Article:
Plantar fasciitis is thickening of the plantar fascia, a band of tissue running underneath the sole of the foot. The thickening can be due to recent damage or injury, or can be because of an
accumulation of smaller injuries over the years. Plantar fasciitis can be painful.
Plantar Fasciitis is caused by abnormal pronation of the foot. Contributing factors are obesity, weight gain, jobs that require a lot of walking or standing on hard surfaces, badly worn shoes with
little support, and also inactivity. As a result of over-pronation, with every step the Plantar Fascia (band of tissue under the foot) is being stretched, resulting in inflammation, irritation and
pain at the attachment of the fascia into the heel bone. In some cases the pain is felt under the foot, in the arch. Continuous pulling of the fascia at the heel bone, eventually may lead to the
development of bony growth on the heel. This is called a heel spur. When youâre at rest, such as while sleeping, the Plantar Fascia tightens and shortens. When body weight is rapidly applied to the
foot, the Fascia must stretch and quickly lengthen, causing micro-tears in the Fascia. As a result, the foot pain is more severe with your first steps in the morning, or after sitting for a long
period. Plantar Fasciitis is more likely to happen if you suffer from over-pronation (flattening of the arch), you stand or walk on hard surfaces, for long periods, you are overweight or pregnant,
you have tight calf muscles.
The symptoms of plantar fasciitis are pain on the bottom of the heel, pain in the arch of the foot, pain that is usually worse upon arising, pain that increases over a period of months. People with
plantar fasciitis often describe the pain as worse when they get up in the morning or after theyâve been sitting for long periods of time. After a few minutes of walking the pain decreases, because
walking stretches the fascia. For some people the pain subsides but returns after spending long periods of time on their feet.
Diagnosis of plantar fasciitis is based on a medical history, the nature of symptoms, and the presence of localised tenderness in the heel. X-rays may be recommended to rule out other causes for the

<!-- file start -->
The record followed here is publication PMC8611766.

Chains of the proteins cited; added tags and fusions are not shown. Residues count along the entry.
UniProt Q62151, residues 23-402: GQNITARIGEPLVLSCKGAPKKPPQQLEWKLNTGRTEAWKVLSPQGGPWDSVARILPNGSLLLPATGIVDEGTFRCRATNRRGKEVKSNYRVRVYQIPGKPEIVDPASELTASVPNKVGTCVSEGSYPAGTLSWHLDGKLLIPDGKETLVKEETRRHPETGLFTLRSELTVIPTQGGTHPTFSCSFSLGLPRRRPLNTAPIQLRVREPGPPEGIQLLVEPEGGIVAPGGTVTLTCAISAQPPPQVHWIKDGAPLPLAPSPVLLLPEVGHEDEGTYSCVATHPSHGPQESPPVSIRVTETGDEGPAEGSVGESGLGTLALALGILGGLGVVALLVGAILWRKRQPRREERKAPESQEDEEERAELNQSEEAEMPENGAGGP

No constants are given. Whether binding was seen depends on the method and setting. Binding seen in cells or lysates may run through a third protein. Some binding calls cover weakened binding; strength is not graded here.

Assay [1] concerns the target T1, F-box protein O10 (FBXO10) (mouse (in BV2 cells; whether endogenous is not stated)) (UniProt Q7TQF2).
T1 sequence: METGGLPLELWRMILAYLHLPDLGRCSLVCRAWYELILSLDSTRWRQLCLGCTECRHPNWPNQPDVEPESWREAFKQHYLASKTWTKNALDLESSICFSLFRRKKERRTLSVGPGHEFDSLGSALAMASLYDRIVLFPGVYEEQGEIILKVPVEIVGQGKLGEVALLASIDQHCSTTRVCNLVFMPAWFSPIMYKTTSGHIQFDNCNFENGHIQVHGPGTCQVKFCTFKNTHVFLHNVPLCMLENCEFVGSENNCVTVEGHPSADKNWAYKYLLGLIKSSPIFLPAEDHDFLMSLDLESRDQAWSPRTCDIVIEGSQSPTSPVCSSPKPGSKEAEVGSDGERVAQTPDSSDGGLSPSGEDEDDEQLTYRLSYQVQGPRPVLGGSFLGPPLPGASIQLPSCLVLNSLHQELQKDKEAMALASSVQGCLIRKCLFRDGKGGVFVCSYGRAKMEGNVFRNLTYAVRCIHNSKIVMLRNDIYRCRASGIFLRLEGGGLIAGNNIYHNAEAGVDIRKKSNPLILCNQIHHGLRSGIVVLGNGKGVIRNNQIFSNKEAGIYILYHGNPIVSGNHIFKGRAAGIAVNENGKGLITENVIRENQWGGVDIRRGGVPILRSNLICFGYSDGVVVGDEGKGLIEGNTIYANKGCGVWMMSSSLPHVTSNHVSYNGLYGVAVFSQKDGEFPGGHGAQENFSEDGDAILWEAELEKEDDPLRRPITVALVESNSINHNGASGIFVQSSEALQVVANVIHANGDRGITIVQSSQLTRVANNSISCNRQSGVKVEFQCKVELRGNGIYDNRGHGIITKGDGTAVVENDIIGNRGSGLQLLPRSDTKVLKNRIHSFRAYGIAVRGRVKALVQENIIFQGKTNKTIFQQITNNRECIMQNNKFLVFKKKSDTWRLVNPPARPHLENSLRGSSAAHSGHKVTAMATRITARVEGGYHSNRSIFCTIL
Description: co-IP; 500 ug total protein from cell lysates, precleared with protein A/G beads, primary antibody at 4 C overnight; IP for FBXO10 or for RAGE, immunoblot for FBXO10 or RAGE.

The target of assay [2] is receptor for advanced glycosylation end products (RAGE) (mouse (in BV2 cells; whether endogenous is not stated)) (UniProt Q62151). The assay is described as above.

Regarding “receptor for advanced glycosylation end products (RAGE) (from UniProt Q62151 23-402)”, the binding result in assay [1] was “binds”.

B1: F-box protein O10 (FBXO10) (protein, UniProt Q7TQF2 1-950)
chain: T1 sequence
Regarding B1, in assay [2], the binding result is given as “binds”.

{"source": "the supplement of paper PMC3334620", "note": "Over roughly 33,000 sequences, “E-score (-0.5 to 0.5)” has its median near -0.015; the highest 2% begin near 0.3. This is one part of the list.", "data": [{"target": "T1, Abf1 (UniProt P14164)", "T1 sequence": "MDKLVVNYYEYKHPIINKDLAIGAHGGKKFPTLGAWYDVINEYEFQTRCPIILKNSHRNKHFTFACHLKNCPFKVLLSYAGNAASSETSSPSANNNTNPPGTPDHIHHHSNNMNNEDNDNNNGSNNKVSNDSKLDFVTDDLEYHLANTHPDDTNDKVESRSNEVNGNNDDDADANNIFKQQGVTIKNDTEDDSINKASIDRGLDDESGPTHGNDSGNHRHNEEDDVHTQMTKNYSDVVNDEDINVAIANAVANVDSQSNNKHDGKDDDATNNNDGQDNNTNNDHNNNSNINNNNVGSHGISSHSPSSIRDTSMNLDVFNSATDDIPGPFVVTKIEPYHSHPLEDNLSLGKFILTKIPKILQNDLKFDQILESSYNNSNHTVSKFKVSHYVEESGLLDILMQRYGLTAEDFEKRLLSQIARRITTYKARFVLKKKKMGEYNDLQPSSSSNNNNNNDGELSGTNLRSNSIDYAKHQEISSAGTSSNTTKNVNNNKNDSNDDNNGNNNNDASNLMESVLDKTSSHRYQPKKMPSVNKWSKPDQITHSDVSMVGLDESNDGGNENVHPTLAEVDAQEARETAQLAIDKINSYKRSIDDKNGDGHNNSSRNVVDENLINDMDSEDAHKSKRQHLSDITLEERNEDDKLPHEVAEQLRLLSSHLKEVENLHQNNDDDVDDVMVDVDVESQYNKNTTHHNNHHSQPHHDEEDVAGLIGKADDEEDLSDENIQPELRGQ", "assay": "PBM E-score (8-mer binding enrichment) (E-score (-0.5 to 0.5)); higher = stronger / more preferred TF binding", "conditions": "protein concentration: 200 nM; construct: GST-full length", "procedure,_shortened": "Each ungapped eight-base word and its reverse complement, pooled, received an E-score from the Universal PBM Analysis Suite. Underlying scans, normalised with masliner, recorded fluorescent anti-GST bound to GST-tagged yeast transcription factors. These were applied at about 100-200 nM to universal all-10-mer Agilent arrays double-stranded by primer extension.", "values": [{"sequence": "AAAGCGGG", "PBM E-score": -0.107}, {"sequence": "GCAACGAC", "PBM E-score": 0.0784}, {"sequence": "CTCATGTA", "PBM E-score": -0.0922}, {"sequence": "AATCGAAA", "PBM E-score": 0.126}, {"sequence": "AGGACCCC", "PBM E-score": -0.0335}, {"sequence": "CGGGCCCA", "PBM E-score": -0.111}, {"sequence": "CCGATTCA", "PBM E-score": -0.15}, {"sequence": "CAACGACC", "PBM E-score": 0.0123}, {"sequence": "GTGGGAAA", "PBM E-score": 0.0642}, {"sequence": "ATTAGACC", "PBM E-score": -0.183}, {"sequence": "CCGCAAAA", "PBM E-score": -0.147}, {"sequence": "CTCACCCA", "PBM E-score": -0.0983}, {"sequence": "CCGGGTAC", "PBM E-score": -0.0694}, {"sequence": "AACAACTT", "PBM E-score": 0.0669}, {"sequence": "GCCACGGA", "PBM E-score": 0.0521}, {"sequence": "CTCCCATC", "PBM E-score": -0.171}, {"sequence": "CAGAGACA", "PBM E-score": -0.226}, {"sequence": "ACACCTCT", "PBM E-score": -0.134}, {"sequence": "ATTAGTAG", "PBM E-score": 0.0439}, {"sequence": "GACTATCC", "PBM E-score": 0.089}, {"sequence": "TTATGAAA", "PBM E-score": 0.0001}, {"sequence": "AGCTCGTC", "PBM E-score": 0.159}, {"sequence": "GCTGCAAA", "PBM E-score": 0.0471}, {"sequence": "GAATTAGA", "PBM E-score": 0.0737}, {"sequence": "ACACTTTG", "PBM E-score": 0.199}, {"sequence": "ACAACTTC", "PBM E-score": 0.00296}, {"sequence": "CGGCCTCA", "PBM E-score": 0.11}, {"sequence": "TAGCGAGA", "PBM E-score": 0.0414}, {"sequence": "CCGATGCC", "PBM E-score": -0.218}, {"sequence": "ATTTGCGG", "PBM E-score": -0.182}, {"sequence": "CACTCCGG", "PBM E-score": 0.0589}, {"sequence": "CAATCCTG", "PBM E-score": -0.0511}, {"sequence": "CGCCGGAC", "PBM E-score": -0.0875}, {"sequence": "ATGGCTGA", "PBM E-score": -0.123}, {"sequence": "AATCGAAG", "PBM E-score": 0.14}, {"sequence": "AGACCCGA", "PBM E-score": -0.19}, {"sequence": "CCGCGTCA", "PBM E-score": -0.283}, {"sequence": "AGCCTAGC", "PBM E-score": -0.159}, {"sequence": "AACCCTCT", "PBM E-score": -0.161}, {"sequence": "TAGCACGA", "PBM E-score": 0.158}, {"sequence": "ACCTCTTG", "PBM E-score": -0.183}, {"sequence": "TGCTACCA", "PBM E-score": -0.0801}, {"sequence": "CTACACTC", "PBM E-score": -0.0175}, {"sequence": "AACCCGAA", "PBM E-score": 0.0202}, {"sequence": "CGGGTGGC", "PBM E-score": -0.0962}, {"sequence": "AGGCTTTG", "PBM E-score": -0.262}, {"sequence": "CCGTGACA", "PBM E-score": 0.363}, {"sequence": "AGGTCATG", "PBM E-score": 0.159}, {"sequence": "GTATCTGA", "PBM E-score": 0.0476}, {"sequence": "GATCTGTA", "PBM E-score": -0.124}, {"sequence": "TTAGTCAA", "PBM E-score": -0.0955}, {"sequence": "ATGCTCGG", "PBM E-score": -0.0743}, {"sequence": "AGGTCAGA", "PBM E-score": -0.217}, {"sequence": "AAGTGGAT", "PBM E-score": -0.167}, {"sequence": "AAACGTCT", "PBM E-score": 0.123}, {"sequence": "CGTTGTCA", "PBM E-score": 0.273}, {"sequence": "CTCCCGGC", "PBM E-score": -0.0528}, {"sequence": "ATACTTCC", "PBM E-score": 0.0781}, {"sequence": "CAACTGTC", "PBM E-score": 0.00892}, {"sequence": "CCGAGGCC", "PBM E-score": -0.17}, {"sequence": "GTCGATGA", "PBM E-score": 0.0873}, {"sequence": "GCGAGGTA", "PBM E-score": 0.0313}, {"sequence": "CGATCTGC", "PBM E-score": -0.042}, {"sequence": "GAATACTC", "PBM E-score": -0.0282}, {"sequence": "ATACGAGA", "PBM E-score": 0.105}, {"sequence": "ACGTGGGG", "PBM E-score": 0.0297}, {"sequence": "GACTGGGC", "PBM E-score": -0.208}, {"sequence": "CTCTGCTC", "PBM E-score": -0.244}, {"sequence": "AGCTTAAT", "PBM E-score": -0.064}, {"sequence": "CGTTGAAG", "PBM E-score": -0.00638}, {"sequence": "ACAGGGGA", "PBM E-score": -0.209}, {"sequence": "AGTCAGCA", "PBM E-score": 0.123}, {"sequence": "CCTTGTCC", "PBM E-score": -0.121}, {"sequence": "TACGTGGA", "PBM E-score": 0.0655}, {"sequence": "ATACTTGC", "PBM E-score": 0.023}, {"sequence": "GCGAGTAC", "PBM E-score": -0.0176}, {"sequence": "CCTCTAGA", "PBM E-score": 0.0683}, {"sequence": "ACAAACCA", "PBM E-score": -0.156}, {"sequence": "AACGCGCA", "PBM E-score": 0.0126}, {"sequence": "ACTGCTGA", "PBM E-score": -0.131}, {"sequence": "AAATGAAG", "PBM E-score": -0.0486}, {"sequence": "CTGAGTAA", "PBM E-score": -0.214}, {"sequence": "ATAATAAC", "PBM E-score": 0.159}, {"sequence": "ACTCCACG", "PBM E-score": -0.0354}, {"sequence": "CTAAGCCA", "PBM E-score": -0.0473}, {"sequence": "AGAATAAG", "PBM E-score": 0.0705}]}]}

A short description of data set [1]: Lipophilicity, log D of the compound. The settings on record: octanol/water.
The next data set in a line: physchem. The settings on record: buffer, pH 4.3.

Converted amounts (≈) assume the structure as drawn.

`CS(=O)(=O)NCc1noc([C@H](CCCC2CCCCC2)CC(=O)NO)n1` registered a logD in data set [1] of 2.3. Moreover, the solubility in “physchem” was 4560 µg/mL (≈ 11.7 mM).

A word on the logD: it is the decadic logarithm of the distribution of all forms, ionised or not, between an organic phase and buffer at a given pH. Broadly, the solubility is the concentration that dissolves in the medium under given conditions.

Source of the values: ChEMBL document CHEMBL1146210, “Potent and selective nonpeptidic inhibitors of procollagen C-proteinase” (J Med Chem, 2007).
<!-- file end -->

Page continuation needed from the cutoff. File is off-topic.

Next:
symptoms, such as bone fracture and to check for evidence of heel spurs. Blood tests may also be recommended.
Non Surgical Treatment
The initial treatment of plantar fasciitis focuses on reducing pain and inflammation. Resting the affected foot is the most important aspect of this treatment. Other initial treatment may include,
aplying ice to the sole of the foot, Anti-inflammatory medications. Gentle stretching of the plantar fascia and Achilles tendon. Physiotherapy. Taping the foot and ankle to provide adequate support
and alignment, Wearing supportive footwear with shock-absorbing soles or inserts. Non-steroidal anti-inflammatory drugs (NSAIDs) such as ibuprofen (Brufen) and diclofenac (Voltaren) are often used to
treat plantar fasciitis. It is unclear whether NSAIDs assist in the healing process but they are useful for controlling pain during treatment. If the condition does not respond to initial treatment,
a corticosteroid therapy may be recommended. This involves the injection of corticosteroid medication such as hydrocortisone (Solu-Cortef) directly into the affected area in order to treat the
inflammation and thus relieve the pain. Night splints to prevent the plantar fascia tightening during sleep may also be recommended at this stage.
Surgery may be considered in very difficult cases. Surgery is usually only advised if your pain has not eased after 12 months despite other treatments. The operation involves separating your plantar
fascia from where it connects to the bone; this is called a plantar fascia release. It may also involve removal of a spur on the calcaneum if one is present. Surgery is not always successful. It can
cause complications in some people so it should be considered as a last resort. Complications may include infection, increased pain, injury to nearby nerves, or rupture of the plantar fascia.
Maintain a healthy weight. This minimizes the stress on your plantar fascia. Choose supportive shoes. Avoid high heels. Buy shoes with a low to moderate heel, good arch support and shock absorbency.
Don't go barefoot, especially on hard surfaces. Don't wear worn-out athletic shoes. Replace your old athletic shoes before they stop supporting and cushioning your feet. If you're a runner, buy new
shoes after about 500 miles of use. Change your sport. Try a low-impact sport, such as swimming or bicycling, instead of walking or jogging. Apply ice. Hold a cloth-covered ice pack over the area of
pain for 15 to 20 minutes three or four times a day or after activity. Or try ice massage. Freeze a water-filled paper cup and roll it over the site of discomfort for about five to seven minutes.
Regular ice massage can help reduce pain and inflammation. Stretch your arches. Simple home exercises can stretch your plantar fascia, Achilles tendon and calf muscles.